CN seeks stake in Halterm terminal to offer fast transit times to US
THE Canadian National Railway (CN) has made an offer to acquire a stake in Halterm, the biggest container terminal in eastern Canada and located at the port of Halifax
THE Canadian National Railway (CN) has made an offer to acquire a stake in Halterm, the biggest container terminal in eastern Canada and located at the port of Halifax.
The rationale for the CN acquisition is based on repeating the railway's success in Prince Rupert, British Columbia. As is the case there, Halifax's location, together with the railway operator's extensive network, would enable it to offer faster transit times to destinations in the United States versus direct shipping through more congested American ports, reported the Halifax Chronicle Herald.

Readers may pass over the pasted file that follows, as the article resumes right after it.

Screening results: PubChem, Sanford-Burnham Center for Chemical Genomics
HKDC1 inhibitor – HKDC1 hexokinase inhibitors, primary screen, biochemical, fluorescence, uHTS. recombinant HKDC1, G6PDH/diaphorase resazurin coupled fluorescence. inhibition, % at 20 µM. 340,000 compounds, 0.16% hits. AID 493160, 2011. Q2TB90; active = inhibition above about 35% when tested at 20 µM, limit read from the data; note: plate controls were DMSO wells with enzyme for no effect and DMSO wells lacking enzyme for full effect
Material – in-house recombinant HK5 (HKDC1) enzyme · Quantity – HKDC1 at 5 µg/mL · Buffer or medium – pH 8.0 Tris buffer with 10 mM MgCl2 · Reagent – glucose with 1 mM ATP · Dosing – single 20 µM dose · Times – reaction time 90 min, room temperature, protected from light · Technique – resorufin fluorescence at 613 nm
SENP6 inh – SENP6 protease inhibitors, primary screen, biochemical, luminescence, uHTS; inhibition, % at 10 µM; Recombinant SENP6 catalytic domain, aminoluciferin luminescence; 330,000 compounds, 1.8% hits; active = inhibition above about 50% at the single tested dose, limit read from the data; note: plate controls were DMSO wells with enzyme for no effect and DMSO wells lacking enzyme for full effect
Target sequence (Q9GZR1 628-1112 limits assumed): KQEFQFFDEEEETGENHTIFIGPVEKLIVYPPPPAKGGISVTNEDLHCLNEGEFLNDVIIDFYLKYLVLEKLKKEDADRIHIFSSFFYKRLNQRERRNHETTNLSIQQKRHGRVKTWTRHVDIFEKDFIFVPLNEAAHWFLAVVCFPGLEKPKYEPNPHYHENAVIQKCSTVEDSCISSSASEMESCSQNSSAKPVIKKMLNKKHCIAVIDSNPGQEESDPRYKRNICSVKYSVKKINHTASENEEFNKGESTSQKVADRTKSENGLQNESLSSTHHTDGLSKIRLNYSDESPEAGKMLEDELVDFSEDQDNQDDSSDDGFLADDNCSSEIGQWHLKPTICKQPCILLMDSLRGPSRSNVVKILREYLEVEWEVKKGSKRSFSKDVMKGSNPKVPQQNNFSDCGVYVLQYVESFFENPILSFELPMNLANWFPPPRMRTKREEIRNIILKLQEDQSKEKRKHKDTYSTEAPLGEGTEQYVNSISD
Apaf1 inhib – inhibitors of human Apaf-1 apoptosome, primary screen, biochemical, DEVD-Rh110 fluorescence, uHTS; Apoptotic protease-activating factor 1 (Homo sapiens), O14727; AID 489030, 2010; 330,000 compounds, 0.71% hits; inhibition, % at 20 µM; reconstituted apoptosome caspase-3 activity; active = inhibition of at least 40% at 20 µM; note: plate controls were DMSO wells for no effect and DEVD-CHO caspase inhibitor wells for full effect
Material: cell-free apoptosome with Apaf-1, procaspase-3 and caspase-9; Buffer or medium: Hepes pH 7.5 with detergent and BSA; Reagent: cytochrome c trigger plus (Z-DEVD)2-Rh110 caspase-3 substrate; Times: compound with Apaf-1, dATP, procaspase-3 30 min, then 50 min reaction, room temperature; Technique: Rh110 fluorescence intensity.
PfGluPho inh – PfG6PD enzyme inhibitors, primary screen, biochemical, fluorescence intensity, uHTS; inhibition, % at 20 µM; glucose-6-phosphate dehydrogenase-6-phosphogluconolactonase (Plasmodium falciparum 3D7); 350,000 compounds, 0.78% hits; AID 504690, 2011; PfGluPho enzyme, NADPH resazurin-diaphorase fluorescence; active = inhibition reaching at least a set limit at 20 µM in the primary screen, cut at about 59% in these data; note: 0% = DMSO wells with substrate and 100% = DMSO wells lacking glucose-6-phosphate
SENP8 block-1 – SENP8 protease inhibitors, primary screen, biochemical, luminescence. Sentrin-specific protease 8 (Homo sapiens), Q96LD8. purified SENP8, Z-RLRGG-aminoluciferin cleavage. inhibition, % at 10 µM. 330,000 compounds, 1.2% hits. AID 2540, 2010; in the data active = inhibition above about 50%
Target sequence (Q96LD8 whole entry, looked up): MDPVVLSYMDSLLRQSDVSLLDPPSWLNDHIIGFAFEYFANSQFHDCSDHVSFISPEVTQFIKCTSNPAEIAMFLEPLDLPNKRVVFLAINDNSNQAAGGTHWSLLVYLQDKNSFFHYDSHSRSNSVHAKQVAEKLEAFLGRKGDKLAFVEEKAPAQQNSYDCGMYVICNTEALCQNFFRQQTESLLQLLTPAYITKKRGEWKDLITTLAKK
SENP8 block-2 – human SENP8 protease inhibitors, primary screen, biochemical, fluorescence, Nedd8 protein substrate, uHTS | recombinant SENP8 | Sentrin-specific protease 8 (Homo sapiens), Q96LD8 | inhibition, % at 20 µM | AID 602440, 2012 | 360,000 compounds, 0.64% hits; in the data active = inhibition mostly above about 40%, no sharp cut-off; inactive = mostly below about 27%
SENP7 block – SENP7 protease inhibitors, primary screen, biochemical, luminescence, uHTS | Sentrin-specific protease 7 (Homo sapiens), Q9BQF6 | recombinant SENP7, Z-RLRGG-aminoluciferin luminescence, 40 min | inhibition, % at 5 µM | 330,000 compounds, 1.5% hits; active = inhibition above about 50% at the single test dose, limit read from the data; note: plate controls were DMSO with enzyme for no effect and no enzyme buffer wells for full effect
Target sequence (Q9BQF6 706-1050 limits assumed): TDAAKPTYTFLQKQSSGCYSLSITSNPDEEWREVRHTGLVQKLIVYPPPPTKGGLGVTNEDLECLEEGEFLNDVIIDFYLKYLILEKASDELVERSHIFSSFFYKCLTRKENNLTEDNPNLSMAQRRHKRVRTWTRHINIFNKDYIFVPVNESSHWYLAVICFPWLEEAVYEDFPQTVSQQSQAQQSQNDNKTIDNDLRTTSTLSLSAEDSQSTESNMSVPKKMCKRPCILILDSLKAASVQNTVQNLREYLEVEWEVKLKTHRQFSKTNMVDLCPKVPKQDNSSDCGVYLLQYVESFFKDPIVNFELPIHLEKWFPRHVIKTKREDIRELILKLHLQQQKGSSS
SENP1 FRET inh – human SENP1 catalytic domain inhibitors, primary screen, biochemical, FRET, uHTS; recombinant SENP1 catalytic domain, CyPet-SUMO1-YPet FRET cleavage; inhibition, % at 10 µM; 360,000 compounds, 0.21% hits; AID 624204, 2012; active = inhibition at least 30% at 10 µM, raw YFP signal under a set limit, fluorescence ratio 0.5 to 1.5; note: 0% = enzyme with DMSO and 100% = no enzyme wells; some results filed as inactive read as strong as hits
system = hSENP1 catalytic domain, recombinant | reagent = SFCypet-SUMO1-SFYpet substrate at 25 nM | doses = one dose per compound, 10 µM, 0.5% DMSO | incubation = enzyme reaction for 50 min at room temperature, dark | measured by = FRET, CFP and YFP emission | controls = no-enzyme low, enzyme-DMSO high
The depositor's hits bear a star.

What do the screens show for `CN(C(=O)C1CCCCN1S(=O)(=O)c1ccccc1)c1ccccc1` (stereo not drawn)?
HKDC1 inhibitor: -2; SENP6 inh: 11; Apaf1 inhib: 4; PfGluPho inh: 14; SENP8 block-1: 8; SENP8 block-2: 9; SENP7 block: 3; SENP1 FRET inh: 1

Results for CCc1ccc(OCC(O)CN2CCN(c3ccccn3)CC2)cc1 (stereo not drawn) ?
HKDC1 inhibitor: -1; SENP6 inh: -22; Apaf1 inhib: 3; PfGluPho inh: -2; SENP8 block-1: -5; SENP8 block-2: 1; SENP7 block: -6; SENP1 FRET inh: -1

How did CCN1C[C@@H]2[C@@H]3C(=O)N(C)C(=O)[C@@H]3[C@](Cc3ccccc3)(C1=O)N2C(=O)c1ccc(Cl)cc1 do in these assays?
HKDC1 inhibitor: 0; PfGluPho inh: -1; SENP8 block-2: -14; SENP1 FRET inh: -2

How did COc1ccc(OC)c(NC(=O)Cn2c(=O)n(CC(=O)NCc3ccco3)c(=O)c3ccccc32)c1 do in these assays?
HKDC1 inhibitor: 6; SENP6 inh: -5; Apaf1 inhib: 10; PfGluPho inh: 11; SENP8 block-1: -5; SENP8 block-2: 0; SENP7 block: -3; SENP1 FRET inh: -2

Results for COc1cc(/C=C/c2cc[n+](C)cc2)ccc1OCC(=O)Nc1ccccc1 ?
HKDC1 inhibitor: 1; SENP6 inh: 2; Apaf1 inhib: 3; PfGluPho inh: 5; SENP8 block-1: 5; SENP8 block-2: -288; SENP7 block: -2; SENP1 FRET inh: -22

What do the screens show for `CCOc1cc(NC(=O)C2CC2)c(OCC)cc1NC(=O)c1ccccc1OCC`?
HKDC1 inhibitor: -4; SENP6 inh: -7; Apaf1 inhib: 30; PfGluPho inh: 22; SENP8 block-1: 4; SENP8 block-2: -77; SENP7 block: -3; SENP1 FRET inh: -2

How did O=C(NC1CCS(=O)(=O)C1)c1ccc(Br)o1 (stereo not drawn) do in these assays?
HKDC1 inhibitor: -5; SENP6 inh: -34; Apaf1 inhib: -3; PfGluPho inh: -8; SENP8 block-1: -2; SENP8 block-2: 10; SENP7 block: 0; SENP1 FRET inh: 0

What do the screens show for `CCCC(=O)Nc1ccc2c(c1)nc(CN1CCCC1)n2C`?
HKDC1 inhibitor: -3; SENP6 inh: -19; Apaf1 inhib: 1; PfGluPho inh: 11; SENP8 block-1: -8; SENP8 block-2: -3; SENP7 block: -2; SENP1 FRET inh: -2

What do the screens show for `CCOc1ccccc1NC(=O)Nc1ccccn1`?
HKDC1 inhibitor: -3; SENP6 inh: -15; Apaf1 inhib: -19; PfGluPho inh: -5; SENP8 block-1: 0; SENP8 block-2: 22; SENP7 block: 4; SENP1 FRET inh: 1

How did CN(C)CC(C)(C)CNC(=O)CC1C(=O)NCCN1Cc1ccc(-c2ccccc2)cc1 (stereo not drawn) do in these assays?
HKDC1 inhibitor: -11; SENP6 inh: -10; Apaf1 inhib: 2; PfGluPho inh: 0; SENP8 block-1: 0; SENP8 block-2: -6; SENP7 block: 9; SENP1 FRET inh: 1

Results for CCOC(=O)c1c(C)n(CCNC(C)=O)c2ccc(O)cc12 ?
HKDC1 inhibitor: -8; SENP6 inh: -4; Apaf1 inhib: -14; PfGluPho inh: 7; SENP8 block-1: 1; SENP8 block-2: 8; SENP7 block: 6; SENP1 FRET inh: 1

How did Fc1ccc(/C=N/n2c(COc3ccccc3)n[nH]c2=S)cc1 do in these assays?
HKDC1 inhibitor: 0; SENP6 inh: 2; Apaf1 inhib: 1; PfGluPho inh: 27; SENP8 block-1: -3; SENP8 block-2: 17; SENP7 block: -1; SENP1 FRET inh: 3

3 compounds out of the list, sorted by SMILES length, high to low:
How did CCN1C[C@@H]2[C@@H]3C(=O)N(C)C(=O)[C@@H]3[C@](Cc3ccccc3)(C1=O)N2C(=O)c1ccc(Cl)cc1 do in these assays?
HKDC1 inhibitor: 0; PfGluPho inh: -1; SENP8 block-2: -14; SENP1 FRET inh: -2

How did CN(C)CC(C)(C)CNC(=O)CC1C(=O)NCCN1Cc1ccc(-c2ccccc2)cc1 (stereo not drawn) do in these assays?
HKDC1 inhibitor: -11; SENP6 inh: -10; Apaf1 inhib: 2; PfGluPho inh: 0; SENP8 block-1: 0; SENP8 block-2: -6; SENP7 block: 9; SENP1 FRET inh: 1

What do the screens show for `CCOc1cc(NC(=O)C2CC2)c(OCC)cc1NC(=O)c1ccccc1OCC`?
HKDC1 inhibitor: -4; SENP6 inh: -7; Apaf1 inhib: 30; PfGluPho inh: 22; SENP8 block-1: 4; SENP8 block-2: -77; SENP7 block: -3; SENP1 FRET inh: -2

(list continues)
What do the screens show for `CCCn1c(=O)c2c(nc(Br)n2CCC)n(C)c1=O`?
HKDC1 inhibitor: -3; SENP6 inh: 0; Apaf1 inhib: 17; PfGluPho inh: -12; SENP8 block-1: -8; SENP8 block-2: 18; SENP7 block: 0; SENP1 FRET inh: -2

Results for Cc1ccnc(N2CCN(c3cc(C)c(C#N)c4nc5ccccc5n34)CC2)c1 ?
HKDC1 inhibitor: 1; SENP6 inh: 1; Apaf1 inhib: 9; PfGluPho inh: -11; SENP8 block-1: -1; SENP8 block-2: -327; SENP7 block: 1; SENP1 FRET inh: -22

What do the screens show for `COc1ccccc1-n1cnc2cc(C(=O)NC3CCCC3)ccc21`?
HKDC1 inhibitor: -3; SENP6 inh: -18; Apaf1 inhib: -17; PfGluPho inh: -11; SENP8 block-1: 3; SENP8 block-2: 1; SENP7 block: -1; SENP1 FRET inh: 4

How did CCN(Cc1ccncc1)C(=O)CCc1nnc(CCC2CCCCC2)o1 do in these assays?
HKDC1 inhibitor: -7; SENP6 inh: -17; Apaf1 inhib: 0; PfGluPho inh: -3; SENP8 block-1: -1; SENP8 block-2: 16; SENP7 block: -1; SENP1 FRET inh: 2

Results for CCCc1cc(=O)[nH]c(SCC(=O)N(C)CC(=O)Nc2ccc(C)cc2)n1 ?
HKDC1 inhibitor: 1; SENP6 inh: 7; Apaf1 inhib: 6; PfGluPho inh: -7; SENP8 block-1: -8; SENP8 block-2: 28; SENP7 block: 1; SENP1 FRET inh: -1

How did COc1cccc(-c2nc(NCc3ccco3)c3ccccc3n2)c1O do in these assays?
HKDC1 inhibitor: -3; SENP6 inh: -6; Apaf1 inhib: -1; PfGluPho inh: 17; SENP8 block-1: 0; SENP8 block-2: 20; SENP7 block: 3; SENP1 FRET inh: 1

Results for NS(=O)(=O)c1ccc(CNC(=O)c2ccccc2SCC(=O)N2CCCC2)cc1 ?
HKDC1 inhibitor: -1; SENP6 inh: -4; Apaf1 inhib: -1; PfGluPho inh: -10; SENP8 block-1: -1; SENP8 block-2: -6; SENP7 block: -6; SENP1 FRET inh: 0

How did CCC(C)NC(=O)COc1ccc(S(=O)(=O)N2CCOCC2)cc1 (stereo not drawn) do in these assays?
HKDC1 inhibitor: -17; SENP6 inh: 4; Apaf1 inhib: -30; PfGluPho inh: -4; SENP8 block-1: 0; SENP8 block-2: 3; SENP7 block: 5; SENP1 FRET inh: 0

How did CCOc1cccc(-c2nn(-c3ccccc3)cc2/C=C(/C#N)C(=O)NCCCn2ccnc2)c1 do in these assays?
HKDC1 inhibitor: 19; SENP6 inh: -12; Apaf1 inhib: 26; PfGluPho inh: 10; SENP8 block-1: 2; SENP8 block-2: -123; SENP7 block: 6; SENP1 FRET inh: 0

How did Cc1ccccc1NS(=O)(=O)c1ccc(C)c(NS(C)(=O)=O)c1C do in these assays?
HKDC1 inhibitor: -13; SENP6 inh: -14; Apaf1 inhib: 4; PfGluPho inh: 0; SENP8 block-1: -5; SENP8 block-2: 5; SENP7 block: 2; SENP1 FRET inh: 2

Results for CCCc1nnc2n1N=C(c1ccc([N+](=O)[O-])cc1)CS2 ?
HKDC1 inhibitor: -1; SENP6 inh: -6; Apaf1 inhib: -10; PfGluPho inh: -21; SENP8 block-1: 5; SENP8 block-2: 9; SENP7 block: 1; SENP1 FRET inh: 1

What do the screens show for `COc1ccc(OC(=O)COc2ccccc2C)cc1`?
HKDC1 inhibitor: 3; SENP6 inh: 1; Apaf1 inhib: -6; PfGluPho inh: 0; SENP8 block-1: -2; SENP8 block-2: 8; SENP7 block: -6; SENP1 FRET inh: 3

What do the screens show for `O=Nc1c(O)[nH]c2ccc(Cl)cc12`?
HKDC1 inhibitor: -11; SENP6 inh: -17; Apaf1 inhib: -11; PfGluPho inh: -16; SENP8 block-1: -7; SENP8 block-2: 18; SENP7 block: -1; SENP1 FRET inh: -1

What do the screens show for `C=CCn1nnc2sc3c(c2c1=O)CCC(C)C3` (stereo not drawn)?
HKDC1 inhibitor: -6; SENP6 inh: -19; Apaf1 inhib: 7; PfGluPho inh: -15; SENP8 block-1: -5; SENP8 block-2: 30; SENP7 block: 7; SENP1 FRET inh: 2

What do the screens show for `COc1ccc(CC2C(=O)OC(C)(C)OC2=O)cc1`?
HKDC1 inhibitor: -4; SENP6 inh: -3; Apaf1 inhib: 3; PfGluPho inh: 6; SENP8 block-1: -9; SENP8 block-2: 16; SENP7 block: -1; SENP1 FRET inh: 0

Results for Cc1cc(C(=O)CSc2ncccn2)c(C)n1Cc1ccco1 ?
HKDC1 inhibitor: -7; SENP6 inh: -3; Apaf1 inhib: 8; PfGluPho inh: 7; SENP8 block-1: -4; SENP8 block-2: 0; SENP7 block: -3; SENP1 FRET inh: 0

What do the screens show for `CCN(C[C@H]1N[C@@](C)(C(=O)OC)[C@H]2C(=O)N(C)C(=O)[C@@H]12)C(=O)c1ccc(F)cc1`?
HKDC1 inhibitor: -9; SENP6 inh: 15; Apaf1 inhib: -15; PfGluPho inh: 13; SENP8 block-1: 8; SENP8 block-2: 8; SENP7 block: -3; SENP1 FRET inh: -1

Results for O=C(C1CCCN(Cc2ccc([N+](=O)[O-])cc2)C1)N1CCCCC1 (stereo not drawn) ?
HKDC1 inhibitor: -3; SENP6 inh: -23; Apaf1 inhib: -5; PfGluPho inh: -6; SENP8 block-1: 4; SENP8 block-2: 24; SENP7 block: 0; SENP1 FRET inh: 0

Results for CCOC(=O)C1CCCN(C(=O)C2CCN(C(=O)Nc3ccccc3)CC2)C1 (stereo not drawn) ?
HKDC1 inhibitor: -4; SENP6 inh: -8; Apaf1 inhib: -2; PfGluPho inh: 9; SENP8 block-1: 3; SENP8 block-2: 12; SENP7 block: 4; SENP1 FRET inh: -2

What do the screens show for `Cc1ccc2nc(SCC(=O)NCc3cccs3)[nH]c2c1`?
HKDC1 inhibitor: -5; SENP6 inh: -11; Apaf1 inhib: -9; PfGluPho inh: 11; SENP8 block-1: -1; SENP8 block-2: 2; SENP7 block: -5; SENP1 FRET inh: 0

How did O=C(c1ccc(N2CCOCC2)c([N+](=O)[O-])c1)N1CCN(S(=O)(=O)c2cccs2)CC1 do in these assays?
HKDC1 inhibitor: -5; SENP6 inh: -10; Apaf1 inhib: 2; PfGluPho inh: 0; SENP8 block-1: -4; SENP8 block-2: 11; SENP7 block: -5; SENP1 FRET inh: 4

Halifax is well positioned to imitate Prince Rupert's success. The Fairview terminal there was constructed in 2007 with a single berth, four cranes and an annual container handling capacity of 500,000 TEU. By 2015 it was handling 750,000 TEU. This closely matches the current state of Halterm, which has a single berth, four cranes and handled 559,242 TEU in 2017.
A second berth and four additional cranes were added in Prince Rupert in 2015, raising annual capacity to 1.35 million TEU.
The Port of Halifax recently started construction of a pier expansion to add a second berth. With additional cranes, the Halterm facility will match what CN already owns on the west coast.
Were CN to double the terminal tracks at Halterm from four to eight, that would allow for an entire train to be made up there. In addition to installing the rail, a change in equipment at Halterm would be needed.
CN said it was potentially also interested in a port in Quebec or another in Nova Scotia if this acquisition failed to materialise.